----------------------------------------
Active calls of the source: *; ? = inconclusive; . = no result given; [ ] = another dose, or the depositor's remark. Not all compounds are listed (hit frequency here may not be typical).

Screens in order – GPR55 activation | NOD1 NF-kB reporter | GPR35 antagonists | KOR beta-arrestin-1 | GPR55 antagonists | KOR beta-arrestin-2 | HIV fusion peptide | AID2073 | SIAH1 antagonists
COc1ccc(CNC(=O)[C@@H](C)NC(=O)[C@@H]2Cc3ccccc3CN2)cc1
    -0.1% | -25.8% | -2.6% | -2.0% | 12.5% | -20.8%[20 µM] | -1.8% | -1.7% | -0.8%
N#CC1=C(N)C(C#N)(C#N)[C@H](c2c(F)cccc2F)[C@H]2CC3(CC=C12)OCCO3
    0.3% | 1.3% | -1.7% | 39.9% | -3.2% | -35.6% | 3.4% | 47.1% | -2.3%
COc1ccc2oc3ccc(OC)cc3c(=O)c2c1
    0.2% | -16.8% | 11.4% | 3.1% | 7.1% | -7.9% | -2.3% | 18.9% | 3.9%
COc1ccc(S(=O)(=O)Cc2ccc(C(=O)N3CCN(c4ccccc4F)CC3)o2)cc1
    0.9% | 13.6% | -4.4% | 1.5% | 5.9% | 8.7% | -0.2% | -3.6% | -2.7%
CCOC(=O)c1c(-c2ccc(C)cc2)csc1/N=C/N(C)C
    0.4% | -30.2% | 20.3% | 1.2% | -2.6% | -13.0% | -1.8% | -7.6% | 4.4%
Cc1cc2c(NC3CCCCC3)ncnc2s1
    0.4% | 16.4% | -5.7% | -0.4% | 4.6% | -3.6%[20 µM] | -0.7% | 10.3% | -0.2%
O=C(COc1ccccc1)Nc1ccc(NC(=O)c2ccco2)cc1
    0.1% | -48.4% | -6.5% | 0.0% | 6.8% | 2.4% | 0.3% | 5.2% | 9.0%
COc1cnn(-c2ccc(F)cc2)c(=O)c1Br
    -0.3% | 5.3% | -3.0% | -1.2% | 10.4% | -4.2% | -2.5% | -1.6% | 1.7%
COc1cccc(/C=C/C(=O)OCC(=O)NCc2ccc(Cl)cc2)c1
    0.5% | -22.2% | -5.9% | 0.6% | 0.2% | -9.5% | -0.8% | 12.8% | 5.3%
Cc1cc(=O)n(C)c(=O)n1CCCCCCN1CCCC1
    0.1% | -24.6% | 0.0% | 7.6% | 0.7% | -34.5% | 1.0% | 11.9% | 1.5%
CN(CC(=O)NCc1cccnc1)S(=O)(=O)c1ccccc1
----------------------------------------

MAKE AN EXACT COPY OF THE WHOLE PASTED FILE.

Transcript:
Active calls of the source: *; ? = inconclusive; . = no result given; [ ] = another dose, or the depositor's remark. Not all compounds are listed (hit frequency here may not be typical).

Screens in order – GPR55 activation | NOD1 NF-kB reporter | GPR35 antagonists | KOR beta-arrestin-1 | GPR55 antagonists | KOR beta-arrestin-2 | HIV fusion peptide | AID2073 | SIAH1 antagonists
COc1ccc(CNC(=O)[C@@H](C)NC(=O)[C@@H]2Cc3ccccc3CN2)cc1
    -0.1% | -25.8% | -2.6% | -2.0% | 12.5% | -20.8%[20 µM] | -1.8% | -1.7% | -0.8%
N#CC1=C(N)C(C#N)(C#N)[C@H](c2c(F)cccc2F)[C@H]2CC3(CC=C12)OCCO3
    0.3% | 1.3% | -1.7% | 39.9% | -3.2% | -35.6% | 3.4% | 47.1% | -2.3%
COc1ccc2oc3ccc(OC)cc3c(=O)c2c1
    0.2% | -16.8% | 11.4% | 3.1% | 7.1% | -7.9% | -2.3% | 18.9% | 3.9%
COc1ccc(S(=O)(=O)Cc2ccc(C(=O)N3CCN(c4ccccc4F)CC3)o2)cc1
    0.9% | 13.6% | -4.4% | 1.5% | 5.9% | 8.7% | -0.2% | -3.6% | -2.7%
CCOC(=O)c1c(-c2ccc(C)cc2)csc1/N=C/N(C)C
    0.4% | -30.2% | 20.3% | 1.2% | -2.6% | -13.0% | -1.8% | -7.6% | 4.4%
Cc1cc2c(NC3CCCCC3)ncnc2s1
    0.4% | 16.4% | -5.7% | -0.4% | 4.6% | -3.6%[20 µM] | -0.7% | 10.3% | -0.2%
O=C(COc1ccccc1)Nc1ccc(NC(=O)c2ccco2)cc1
    0.1% | -48.4% | -6.5% | 0.0% | 6.8% | 2.4% | 0.3% | 5.2% | 9.0%
COc1cnn(-c2ccc(F)cc2)c(=O)c1Br
    -0.3% | 5.3% | -3.0% | -1.2% | 10.4% | -4.2% | -2.5% | -1.6% | 1.7%
COc1cccc(/C=C/C(=O)OCC(=O)NCc2ccc(Cl)cc2)c1
    0.5% | -22.2% | -5.9% | 0.6% | 0.2% | -9.5% | -0.8% | 12.8% | 5.3%
Cc1cc(=O)n(C)c(=O)n1CCCCCCN1CCCC1
    0.1% | -24.6% | 0.0% | 7.6% | 0.7% | -34.5% | 1.0% | 11.9% | 1.5%
CN(CC(=O)NCc1cccnc1)S(=O)(=O)c1ccccc1